Was it easier to analyze those things about Tandy Caide and the other characters in The Annie Year?
SWA: I find it much easier to write fiction. Tandy Caide, even though there are aspects of her that I can channel, is not me. I can become her on the page and still retain my self. It’s the same with all the characters. Like Kenny, he does some really bad shit, but I’ve also felt like: I’m going to come in and save this place. These people are doing it wrong, and I’m going to be their hero. And I have felt like an angry high school girl who’s stuck between a rock and a hard place, that angry existential absurdism that Hope operates in. I can personify those emotions, but they aren’t representative of me as a whole.
You don’t want your characters to be a loosely veiled autobiography, but there is that value in figuring out what you have in common and what’s different, too.
SWA: And that’s what takes a really long time when you’re writing a novel. You have to write almost to the end before you see what the character is faced with and what they do that is different from what you would do because the world you’ve created is different from the world you live in.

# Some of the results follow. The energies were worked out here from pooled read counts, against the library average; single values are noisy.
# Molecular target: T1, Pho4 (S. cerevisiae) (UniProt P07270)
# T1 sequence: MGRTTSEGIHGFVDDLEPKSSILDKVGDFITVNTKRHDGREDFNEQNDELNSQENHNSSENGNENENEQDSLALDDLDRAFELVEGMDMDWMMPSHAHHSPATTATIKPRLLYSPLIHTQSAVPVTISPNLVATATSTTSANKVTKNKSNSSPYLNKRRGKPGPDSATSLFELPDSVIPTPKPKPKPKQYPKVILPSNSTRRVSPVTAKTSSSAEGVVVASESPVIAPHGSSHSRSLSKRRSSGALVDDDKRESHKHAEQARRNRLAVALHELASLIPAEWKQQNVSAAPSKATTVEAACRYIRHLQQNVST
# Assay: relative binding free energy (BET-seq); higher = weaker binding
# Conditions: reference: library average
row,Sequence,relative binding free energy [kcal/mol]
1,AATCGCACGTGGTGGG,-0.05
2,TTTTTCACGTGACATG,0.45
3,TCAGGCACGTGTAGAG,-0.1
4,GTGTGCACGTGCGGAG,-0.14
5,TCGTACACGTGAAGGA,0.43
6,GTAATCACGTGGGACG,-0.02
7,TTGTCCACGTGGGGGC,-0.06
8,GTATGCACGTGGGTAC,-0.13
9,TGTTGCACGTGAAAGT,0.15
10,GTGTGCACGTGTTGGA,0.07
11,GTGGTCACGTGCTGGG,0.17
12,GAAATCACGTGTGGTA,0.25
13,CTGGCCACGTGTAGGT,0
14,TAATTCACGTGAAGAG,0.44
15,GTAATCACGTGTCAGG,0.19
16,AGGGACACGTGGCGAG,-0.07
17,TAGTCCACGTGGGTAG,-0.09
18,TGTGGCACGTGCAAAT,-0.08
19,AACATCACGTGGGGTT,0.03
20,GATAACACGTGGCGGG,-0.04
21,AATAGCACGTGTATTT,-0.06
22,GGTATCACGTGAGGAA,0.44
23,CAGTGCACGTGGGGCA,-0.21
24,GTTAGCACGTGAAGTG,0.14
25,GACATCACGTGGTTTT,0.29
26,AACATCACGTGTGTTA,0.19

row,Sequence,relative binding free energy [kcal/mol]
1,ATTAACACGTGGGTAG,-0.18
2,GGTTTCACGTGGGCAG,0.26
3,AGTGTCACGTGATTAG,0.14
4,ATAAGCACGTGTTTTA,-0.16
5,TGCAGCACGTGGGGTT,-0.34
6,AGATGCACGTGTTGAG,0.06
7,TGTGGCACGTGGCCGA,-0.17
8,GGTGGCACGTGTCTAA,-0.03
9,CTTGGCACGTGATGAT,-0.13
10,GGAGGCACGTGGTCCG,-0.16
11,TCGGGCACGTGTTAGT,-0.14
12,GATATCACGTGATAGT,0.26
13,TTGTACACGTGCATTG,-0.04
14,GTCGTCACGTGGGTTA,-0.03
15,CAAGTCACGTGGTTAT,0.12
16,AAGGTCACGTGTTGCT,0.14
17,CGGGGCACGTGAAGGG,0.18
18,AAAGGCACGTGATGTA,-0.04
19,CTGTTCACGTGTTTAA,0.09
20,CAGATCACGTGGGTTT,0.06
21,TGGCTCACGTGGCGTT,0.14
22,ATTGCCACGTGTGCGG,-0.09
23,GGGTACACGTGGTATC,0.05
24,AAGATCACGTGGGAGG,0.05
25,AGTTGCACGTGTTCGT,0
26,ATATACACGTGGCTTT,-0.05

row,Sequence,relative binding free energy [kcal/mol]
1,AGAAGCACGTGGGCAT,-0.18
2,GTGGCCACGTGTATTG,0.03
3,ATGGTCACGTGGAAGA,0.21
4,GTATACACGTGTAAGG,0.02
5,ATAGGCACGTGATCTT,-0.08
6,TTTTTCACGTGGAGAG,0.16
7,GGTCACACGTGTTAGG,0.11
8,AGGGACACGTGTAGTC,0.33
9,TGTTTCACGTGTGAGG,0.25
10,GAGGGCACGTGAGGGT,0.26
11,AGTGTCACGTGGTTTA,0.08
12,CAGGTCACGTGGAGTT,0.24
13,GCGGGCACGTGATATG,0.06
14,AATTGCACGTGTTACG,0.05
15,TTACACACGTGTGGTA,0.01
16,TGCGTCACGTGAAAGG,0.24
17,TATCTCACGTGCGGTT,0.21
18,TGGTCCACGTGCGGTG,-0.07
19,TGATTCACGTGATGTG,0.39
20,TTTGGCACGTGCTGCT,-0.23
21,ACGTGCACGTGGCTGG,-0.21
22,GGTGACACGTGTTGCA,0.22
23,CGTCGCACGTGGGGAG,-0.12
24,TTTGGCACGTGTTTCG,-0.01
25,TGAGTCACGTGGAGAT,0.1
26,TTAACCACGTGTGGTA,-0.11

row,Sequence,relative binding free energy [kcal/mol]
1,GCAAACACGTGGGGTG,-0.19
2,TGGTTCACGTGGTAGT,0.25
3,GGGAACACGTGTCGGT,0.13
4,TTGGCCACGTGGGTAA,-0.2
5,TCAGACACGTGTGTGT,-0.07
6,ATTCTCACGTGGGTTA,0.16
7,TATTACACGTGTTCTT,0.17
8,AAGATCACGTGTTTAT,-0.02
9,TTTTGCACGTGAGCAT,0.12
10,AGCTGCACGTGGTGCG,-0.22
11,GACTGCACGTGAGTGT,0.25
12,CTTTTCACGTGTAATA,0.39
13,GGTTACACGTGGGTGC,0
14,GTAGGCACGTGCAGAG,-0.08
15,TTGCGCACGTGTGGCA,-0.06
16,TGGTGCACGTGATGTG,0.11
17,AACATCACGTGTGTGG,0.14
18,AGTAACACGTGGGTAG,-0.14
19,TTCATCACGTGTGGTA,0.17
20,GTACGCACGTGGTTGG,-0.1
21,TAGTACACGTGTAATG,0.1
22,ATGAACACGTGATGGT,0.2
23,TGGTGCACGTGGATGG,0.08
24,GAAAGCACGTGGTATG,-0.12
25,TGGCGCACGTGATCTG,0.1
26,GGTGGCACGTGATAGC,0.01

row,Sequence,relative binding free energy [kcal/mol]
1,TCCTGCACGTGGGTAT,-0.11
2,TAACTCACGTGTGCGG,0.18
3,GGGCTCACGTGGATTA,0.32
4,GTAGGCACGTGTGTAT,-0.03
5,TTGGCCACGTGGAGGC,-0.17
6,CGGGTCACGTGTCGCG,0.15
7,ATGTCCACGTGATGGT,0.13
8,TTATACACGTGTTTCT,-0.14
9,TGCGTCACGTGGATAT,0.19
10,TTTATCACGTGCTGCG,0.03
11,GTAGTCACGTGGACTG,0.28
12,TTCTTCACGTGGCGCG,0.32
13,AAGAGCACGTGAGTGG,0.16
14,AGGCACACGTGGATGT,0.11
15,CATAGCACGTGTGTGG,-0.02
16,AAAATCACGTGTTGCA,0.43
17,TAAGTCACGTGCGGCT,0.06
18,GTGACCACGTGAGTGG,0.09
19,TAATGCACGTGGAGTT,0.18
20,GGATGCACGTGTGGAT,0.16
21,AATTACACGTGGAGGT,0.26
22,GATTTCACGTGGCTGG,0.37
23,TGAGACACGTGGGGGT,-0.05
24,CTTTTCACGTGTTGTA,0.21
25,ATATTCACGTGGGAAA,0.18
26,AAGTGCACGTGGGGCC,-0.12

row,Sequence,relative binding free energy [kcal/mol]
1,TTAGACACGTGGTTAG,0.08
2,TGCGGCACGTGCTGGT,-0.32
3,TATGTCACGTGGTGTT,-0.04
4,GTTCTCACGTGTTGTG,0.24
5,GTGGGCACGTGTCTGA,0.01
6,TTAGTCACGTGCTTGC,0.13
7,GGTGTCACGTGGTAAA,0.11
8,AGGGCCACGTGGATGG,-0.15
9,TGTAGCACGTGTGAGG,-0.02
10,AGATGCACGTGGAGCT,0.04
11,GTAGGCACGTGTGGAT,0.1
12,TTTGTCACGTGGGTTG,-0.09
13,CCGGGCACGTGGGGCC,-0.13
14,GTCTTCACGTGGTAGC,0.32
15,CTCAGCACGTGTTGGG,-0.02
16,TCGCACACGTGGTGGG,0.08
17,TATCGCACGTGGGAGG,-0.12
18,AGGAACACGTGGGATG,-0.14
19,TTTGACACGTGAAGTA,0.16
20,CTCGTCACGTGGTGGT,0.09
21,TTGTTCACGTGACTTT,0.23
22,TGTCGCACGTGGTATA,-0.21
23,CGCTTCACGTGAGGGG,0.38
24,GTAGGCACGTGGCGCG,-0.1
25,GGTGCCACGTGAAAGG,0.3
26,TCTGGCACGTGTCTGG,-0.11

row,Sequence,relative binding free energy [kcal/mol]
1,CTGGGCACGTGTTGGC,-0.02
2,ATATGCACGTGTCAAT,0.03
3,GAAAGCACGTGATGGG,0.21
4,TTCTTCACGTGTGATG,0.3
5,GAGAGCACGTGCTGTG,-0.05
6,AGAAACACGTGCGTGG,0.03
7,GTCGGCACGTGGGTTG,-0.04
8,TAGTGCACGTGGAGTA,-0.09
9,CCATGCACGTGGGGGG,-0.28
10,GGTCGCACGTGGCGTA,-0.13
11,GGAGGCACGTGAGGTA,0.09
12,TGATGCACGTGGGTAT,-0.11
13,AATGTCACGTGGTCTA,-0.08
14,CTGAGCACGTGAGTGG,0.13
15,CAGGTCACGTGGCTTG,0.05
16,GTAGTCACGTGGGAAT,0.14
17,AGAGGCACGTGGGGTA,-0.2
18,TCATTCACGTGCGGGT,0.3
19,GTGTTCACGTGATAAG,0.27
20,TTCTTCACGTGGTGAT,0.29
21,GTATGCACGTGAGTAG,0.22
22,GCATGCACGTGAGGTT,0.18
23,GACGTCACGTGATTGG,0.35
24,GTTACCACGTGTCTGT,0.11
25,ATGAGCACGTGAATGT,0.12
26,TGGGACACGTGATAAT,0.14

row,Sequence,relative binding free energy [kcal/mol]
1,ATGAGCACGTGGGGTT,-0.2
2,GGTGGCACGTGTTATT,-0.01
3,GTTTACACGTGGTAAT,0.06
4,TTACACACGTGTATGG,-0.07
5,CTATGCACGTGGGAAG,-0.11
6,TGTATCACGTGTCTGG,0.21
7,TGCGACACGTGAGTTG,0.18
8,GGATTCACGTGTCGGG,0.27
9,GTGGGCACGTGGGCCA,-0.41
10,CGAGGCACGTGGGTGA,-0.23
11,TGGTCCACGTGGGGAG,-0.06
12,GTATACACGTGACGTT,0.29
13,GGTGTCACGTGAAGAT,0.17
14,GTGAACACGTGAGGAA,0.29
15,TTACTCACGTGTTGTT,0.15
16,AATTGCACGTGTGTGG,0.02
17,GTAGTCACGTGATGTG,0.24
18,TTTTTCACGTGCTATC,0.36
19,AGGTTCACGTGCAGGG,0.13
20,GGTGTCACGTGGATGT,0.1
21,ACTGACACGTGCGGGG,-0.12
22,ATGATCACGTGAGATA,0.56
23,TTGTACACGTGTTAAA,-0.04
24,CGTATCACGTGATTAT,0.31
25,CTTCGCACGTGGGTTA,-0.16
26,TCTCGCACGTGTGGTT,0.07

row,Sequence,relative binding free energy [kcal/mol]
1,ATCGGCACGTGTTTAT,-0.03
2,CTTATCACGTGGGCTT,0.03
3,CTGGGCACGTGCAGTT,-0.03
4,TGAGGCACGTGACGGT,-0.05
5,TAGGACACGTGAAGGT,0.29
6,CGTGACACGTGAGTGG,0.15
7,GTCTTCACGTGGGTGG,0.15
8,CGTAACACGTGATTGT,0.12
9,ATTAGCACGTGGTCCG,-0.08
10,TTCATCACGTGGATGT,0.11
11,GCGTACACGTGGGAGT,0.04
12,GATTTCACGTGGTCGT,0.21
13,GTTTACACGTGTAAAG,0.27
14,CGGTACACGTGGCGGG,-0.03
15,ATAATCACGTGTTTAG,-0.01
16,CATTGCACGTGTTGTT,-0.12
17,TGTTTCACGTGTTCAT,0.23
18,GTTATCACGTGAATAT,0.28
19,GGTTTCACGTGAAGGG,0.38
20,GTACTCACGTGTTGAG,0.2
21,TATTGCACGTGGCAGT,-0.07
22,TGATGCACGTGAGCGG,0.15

Imagine you’re going hang gliding, and you’re running with the hang glider on the ground. You’re running, and you’re running, and you’re running. And you have to run for a long time, but at some point you’re going to get liftoff. Then the hang glider is the one that really has the kinetic energy in the air, but when you’re on the ground it’s you. Tandy Caide was more me when I started than when I ended. At some point, she gained liftoff.
The Annie Year was once the setup for a joke and then a rejected short story. So how important is being honest when you’ve missed the mark in the writing process?
SWA: You need to be honest about your failure, but you can’t dwell there. You have to move forward quickly and see that knowledge as an opportunity. You have to let your feelings go and be scientific about it. When I visited Washington, D.C., I was hanging out with a woman who is a huge policy writer on all things science, and she said that a negative result is still a result in science. You don’t feel bad about a negative result. It’s just a result.
We’re very emotionally connected to our work because we’re doing emotional work. We’re trying to move people. But if your emotions are so tied up in your work that you can’t fail, then you need some distance. Then, use the information you get to move forward. I like to say, Everything you do is preparation for the next thing you do. If you’re afraid to fail, you’re not going to do shit.